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The universal vs. targeted debate: Should the United States have preschool for all?

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Barnett, W. Steven; Brown, Kirsty & Shore, Rima
Fact sheet
Publication Date: 
1 Apr 2004

Excerpts from the brief:

The debate over universal vs. targeted preschool programs is explored in this policy brief. While targeted programs traditionally have lower costs, universal programs are more effective at reaching all targeted children. And while the academic achievement gap is most dramatic between children in poverty and those with the most resources, school readiness is not just a problem of the poor. School readiness for the majority of children can improve with better preschool education.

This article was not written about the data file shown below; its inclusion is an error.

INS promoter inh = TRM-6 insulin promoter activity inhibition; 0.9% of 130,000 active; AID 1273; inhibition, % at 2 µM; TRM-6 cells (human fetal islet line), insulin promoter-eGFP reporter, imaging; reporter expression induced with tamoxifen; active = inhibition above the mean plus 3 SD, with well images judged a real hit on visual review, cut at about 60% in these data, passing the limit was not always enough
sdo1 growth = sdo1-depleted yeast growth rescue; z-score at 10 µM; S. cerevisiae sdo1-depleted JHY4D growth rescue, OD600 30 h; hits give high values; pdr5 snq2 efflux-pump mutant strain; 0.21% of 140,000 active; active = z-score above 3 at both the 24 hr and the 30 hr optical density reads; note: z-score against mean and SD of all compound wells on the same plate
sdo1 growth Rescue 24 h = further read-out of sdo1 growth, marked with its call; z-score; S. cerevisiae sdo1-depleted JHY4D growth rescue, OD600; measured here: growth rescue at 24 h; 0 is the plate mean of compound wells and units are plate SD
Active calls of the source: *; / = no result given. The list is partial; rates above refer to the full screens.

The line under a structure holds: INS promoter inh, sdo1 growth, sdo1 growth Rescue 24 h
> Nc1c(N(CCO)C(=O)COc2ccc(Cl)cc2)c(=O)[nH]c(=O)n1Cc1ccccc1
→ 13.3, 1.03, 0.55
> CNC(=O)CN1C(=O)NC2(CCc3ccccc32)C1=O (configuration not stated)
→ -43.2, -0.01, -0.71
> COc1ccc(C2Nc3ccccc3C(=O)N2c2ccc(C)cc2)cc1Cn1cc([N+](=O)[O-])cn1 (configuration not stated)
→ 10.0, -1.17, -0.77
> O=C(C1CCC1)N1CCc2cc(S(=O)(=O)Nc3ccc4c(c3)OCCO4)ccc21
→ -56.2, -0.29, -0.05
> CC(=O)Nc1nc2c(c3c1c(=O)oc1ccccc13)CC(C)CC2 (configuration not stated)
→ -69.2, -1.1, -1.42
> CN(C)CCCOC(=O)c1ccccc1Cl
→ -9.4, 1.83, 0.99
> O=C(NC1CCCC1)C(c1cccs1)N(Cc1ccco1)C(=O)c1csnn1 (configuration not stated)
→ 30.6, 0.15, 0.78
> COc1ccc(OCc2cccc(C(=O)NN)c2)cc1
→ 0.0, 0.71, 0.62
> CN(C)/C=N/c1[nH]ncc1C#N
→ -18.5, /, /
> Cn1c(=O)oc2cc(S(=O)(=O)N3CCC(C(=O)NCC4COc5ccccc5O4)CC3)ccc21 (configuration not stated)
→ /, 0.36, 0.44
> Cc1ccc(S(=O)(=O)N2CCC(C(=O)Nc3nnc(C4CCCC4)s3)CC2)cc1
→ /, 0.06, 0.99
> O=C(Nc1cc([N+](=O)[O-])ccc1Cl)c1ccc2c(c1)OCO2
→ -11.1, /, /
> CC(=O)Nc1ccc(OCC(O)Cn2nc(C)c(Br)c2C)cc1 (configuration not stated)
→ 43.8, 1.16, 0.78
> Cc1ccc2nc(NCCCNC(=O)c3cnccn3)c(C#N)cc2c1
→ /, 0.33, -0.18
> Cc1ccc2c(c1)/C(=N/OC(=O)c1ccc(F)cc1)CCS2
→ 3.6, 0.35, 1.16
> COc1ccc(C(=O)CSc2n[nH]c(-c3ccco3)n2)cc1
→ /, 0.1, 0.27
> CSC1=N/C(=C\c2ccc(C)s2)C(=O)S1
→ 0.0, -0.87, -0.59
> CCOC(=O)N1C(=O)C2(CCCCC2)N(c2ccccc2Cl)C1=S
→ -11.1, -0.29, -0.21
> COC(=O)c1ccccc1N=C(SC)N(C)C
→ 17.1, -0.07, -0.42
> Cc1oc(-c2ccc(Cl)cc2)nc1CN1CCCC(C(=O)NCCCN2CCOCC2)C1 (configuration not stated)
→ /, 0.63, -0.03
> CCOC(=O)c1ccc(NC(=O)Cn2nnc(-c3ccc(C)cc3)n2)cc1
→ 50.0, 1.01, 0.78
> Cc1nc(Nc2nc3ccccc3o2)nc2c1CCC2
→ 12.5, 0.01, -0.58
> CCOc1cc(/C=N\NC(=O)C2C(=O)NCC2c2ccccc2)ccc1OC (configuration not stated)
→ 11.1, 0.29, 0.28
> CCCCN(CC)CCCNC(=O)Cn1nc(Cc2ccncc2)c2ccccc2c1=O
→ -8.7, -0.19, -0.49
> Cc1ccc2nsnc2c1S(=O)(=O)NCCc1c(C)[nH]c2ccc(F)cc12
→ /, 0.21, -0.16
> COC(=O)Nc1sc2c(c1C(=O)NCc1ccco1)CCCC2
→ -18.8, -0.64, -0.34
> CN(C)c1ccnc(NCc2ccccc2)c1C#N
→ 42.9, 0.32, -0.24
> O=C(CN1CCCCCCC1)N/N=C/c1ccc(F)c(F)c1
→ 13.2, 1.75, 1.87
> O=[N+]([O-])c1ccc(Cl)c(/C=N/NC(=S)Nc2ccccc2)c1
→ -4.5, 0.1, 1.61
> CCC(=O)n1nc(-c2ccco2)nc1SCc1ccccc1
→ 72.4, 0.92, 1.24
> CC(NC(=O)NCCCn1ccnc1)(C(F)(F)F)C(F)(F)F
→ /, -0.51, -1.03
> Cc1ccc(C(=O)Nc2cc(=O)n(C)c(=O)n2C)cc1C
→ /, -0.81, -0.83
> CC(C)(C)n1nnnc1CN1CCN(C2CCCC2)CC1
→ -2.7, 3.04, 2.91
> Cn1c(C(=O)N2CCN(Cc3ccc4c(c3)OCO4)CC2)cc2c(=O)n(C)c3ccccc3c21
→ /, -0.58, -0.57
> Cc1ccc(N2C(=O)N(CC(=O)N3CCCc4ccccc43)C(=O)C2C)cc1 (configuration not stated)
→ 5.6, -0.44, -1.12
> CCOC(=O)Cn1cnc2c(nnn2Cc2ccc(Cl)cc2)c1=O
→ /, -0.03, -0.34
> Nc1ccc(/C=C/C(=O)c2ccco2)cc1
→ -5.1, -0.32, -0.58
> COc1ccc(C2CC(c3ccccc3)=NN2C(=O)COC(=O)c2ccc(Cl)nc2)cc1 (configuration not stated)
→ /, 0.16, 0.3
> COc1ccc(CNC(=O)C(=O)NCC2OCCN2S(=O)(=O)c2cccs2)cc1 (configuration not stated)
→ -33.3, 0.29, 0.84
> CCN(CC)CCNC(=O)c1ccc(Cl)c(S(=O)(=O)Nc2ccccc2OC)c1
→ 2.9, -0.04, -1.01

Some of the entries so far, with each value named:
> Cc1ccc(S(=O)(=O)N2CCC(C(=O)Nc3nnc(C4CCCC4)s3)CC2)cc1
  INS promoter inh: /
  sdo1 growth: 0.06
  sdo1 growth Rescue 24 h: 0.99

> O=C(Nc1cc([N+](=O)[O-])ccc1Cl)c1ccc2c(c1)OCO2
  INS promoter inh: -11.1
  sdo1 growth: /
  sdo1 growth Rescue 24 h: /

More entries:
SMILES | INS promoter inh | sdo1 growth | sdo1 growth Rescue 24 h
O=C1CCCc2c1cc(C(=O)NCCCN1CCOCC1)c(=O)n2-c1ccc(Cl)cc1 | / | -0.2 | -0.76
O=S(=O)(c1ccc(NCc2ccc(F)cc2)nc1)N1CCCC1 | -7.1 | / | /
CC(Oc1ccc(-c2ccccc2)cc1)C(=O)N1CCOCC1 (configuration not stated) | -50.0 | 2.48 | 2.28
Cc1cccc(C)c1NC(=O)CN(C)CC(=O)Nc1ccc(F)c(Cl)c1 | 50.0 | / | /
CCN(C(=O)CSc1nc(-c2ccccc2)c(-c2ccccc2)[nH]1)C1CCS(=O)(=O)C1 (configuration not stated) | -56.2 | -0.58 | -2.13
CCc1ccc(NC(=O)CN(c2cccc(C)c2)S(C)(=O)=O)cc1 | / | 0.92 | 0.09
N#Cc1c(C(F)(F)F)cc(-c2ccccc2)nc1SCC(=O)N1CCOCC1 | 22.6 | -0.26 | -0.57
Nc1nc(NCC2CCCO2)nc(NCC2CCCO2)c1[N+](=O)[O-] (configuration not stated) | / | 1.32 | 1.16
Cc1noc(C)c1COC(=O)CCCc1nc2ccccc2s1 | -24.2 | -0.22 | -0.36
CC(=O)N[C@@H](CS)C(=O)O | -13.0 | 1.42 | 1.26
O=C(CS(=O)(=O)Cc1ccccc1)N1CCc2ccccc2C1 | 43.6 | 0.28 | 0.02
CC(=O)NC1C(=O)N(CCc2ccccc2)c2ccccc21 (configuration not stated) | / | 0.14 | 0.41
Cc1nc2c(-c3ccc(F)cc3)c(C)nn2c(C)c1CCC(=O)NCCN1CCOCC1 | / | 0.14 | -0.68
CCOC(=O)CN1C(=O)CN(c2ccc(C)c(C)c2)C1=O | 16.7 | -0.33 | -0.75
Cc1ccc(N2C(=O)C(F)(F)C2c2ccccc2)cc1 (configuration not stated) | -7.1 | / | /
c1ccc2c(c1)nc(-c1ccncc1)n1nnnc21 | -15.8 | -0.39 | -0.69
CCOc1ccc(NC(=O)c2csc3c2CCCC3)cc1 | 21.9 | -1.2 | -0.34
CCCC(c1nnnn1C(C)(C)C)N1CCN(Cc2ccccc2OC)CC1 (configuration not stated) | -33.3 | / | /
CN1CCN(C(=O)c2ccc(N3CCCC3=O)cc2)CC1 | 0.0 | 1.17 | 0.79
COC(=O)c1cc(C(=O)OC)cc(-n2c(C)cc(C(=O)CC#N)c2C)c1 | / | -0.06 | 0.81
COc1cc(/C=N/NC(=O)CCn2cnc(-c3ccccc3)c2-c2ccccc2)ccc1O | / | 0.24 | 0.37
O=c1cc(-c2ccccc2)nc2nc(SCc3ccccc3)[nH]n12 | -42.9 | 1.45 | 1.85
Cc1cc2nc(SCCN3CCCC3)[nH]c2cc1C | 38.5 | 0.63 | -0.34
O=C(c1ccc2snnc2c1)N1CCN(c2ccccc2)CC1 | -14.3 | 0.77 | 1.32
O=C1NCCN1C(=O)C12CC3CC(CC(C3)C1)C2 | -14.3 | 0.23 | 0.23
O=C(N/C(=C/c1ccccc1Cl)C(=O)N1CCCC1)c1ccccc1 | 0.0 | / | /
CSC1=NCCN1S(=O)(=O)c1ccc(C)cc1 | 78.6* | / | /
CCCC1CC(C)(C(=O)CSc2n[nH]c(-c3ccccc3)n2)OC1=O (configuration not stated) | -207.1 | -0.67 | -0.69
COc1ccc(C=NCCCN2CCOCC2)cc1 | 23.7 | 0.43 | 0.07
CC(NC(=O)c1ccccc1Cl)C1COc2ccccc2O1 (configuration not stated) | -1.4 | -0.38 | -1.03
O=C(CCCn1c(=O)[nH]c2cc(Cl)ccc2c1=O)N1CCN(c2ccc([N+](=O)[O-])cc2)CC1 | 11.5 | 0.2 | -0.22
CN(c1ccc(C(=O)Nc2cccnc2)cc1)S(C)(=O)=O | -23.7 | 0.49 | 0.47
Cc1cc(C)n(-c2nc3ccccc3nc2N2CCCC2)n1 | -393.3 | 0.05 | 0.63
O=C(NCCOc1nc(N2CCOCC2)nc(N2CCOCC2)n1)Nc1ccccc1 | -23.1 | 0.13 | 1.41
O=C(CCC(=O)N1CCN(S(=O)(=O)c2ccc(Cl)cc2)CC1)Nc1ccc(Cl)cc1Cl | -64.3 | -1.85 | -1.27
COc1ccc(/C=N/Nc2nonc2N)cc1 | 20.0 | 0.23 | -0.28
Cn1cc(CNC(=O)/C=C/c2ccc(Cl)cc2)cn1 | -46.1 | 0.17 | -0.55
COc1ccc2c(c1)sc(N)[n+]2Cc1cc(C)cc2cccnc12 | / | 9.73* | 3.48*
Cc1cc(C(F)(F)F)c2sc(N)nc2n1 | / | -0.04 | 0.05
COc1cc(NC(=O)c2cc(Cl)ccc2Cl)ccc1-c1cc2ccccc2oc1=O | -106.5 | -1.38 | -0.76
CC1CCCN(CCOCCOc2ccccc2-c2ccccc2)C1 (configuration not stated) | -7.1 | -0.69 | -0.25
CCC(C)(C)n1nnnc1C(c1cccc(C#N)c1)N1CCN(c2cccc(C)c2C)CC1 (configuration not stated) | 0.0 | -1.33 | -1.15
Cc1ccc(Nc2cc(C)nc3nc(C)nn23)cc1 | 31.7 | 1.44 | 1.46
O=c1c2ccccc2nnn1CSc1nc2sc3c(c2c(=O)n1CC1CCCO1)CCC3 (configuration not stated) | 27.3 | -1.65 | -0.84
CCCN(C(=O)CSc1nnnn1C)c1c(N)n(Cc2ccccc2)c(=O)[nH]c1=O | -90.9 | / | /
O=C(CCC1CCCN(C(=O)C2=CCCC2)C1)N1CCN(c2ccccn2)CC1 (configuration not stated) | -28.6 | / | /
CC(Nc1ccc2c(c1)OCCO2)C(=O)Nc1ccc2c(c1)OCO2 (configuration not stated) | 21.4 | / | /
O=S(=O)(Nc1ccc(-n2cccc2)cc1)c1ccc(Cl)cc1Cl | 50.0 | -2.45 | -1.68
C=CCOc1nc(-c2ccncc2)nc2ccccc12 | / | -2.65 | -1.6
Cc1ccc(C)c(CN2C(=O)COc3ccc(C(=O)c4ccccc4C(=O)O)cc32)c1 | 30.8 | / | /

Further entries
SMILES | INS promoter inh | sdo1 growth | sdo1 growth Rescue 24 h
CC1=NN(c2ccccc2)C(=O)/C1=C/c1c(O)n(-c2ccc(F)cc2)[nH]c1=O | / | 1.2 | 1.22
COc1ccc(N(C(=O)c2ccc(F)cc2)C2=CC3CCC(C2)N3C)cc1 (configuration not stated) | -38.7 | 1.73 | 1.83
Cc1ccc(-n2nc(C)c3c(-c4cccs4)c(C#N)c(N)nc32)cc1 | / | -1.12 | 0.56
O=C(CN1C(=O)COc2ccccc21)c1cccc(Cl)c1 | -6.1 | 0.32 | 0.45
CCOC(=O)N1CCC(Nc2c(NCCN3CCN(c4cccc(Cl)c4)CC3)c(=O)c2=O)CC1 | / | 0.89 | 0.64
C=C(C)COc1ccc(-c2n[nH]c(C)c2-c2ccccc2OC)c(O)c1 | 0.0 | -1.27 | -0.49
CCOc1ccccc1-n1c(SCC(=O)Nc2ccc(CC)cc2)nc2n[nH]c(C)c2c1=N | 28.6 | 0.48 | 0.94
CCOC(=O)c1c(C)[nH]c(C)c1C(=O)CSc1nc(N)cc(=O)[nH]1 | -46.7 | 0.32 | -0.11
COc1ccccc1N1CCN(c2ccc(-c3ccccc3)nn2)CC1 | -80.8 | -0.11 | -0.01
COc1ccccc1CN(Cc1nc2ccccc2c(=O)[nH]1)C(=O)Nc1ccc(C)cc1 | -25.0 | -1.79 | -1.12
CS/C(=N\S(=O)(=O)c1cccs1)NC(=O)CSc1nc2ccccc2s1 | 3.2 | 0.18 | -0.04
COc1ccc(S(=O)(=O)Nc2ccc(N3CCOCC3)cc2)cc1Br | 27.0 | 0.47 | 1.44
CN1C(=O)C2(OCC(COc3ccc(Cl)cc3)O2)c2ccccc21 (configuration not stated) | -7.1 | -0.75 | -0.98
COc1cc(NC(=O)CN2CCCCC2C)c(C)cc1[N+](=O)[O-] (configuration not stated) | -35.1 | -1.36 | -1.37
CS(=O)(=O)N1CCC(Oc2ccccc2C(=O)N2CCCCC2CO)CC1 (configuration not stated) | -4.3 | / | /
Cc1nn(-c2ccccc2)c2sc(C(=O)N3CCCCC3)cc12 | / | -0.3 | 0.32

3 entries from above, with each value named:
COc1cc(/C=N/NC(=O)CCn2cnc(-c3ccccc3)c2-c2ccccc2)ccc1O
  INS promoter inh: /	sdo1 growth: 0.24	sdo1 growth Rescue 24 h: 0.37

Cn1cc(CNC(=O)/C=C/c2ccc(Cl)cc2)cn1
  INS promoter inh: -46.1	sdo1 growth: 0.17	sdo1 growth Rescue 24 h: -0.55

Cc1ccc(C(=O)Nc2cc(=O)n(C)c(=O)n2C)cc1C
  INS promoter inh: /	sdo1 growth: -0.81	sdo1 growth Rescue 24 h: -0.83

Policy Recommendations:

- The effectiveness and efficiency of investments in preschool could be increased with a shift from targeted to voluntary universal preschool programs.

- High quality standards for all children are required for effective universal preschool programs.

- Children with special needs due to poverty or disabilities may require more intensive services within universal programs.

- Expansion toward universal takes time, and patience is required to build capacity while maintaining or improving quality.

- Preschool programs could move toward universal access by gradually raising thresholds for eligibility.

- Federal matching funds could be used to encourage states to fund high-quality preschool for all.